Is It Time for the GOP to Adopt a Mail-in Voting Strategy?

News & Politics

If you were watching Election Day coverage Tuesday night, there is one thing you likely heard over and over: Democrats voted early, while Republicans voted on Election Day.

This became the axiom of the 2022 midterms. Early results heavily favored the Democrats, and as the night progressed, Republican candidates generally gained. In Ohio, for example, Rep. Tim Ryan (D) had a rather substantial lead over now Senator-elect J.D. Vance (R). In past elections, we’d grown used to these early votes being counted later, and so Ryan’s early lead was, to say the least, deceptive and may have made a few people I know a bit nervous. Luckily for them, I won’t name names.

But, putting that aside, there’s no denying that the prevalence of mass early and mail-in voting has changed our elections. This is not for the better, in my opinion, but it is sadly the reality. As far as I’m concerned, elections were better when they were held on one day. Despite all the claims that mail-in voting makes it easier to vote and should make Election Day run more smoothly, it clearly does not.

At the moment, all it does is benefit the Democrats.

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“In our new era of mass mail ballots, the Election Day vote skews overwhelmingly GOP,” notes former Trump advisor Stephen Miller. “How motivated do you think [Arizona Secretary of State Katie Hobbs] was to ensure election machines were running smoothly on Nov 8?”

Clearly, she wasn’t. Maricopa County, Ariz., has been plagued by Election Day issues that threatened a greater percentage of GOP votes because, you guessed it, Democrats voted early.

“When only 1 party benefits from Election Day votes we have a serious conflict of interest,” Miller added.

This problem wasn’t limited to Arizona.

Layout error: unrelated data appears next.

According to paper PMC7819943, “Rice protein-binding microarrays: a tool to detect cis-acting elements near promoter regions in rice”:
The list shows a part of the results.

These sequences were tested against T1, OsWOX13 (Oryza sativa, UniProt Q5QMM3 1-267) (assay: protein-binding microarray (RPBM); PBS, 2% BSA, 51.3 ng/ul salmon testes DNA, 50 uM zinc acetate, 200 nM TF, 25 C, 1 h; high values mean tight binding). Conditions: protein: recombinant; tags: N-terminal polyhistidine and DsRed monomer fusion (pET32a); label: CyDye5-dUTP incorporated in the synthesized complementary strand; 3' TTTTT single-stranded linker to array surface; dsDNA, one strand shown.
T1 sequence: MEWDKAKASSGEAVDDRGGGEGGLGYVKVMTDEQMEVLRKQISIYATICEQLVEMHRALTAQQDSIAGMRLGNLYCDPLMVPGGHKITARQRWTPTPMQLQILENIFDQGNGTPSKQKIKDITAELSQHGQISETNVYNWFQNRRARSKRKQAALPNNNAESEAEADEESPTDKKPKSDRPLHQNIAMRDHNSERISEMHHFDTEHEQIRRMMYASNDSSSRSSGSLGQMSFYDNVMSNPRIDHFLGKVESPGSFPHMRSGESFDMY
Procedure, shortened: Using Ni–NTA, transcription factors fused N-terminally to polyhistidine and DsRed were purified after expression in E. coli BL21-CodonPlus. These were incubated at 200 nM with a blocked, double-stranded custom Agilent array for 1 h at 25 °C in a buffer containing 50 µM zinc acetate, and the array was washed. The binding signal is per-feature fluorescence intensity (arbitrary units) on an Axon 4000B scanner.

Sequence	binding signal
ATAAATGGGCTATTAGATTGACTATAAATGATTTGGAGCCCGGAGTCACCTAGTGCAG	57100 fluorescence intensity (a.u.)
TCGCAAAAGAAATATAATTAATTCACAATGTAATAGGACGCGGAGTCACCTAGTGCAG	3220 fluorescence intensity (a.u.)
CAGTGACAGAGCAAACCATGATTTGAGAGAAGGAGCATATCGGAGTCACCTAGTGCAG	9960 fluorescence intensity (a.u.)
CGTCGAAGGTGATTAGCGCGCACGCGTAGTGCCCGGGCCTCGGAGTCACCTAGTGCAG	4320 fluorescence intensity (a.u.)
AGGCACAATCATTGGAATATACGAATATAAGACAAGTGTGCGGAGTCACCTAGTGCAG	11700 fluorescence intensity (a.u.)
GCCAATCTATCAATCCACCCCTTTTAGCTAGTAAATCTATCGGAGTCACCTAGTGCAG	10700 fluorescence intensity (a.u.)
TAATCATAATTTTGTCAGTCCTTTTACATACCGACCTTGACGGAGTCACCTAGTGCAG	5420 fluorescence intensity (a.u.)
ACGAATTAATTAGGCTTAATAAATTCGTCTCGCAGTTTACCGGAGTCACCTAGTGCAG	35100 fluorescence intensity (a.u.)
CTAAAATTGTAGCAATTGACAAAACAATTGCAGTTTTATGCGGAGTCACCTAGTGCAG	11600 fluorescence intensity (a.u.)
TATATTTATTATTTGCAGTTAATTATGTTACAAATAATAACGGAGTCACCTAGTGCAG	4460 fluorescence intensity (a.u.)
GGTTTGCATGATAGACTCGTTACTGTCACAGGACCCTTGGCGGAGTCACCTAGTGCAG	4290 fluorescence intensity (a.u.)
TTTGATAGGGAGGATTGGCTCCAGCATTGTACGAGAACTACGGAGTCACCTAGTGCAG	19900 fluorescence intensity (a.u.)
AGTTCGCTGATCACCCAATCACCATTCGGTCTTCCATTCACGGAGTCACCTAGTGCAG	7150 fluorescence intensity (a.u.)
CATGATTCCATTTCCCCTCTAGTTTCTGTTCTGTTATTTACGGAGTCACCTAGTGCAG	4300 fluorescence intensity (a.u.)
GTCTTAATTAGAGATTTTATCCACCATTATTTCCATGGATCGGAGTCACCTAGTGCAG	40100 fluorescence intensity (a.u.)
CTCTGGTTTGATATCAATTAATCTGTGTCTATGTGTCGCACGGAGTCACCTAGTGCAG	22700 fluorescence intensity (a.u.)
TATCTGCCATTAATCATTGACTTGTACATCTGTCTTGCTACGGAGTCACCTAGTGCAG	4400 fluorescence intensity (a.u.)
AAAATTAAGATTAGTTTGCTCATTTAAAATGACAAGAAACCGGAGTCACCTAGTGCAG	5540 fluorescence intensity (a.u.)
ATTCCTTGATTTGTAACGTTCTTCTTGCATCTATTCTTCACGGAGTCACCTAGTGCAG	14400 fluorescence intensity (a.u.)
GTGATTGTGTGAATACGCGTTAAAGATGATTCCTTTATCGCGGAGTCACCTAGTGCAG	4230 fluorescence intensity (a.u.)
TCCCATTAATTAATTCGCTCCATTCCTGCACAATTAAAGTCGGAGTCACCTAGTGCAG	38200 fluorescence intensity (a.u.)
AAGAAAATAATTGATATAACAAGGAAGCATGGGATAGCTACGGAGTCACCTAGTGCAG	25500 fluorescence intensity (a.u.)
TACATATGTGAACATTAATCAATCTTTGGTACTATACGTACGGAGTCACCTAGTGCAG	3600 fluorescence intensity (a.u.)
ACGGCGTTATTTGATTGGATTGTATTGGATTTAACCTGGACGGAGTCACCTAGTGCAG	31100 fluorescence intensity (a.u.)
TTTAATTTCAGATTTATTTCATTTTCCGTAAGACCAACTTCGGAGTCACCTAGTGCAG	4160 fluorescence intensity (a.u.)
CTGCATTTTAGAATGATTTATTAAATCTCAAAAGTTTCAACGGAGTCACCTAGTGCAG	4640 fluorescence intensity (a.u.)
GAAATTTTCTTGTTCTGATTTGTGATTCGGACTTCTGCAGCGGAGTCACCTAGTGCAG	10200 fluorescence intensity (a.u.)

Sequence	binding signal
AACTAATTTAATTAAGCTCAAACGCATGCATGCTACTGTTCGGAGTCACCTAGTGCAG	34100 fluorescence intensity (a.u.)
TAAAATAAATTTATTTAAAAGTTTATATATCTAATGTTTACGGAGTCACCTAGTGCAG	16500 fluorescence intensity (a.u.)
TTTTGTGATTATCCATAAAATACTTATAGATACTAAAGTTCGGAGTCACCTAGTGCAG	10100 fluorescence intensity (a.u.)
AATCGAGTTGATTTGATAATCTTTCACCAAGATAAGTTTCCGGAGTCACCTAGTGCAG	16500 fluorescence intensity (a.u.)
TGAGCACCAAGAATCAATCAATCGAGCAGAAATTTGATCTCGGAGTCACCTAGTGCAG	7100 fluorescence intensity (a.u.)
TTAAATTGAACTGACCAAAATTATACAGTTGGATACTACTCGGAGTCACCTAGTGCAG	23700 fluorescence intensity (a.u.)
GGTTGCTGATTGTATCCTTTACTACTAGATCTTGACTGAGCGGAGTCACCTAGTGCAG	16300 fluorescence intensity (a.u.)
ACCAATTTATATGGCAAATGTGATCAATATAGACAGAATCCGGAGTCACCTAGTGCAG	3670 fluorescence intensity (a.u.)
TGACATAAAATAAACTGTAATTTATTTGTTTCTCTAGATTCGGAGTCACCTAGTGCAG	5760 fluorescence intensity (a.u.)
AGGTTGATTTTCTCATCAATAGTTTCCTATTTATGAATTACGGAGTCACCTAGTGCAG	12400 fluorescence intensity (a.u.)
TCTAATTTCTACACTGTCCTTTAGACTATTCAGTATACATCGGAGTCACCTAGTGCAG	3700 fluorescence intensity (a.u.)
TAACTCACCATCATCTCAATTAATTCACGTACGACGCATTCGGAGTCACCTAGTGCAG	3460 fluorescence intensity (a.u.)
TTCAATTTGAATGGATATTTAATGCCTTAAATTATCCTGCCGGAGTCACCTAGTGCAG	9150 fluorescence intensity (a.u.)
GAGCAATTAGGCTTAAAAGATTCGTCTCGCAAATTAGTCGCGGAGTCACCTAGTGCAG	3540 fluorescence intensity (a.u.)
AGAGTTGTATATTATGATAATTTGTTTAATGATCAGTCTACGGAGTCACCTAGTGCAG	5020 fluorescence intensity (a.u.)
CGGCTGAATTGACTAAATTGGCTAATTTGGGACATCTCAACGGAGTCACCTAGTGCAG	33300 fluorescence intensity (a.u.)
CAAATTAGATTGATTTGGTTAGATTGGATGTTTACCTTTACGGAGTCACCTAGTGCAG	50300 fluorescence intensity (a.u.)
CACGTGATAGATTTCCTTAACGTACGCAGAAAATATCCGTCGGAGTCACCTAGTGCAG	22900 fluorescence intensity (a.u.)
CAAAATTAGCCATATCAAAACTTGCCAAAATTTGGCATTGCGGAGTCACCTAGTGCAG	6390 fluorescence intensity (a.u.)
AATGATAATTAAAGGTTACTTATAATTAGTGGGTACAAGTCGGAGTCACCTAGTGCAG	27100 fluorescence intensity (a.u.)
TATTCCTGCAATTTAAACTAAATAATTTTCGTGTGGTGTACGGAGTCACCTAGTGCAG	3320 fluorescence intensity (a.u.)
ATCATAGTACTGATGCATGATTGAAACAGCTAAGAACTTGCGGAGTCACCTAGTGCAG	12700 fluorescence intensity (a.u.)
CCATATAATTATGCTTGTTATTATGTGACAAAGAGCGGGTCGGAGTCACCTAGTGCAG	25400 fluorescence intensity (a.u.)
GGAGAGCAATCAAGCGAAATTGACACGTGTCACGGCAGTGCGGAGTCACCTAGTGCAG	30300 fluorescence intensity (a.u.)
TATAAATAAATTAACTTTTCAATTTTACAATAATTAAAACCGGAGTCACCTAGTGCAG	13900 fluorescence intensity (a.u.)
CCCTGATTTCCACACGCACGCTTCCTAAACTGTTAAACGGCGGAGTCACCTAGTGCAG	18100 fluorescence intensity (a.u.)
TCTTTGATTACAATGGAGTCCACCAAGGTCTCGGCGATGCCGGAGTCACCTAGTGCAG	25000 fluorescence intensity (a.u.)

“The first thing Allegheny County Republican Chairman Sam DeMarco saw on election night after the polls closed was the more than 100,000 votes from his home county that dropped for Democrat John Fetterman through mail-in ballots,” reports Salena Zito at the Washington Examiner. “Although he wasn’t sure just yet that that meant the race was lost, he also knew Republicans needed to fix something in the party’s way of doing things going forward.”

Democrats widely embraced mail-in voting during the pandemic and have been aggressively pushing to institutionalize it. Republicans, in contrast, pointed to its lack of security, susceptibility to fraud, and other election schemes like ballot harvesting.

“The biggest takeaway from Tuesday night is that Republican attitudes in regard to mail-in voting needs [sic] to change,” explains DeMarco. “Right now, it’s like we’re running a 100-yard race against the Democrats and giving them a 45-yard head start. Both parties have limited resources, but while they work during the 50 days of early voting collecting and banking early votes … we’re just collecting promises to show up on Election Day; it’s not sustainable, and Democrats get better at it every cycle.”

According to Zito, the writing is on the wall for the GOP: adapt or lose.

“When all the dust is settled, it will be interesting to see what the percentage of mail-in votes for Democrats was in the final count,” she wrote. “Anything over 40% is a real problem for Republicans going forward if they don’t right their mail-in ballot ship.”

I am 100% a believer that Election Day should be one day only, and mass absentee/mail-in voting is a problem. That said, until we’re in a position to do something about it, it seems vital that the GOP should play by the same rules as the Democrats.

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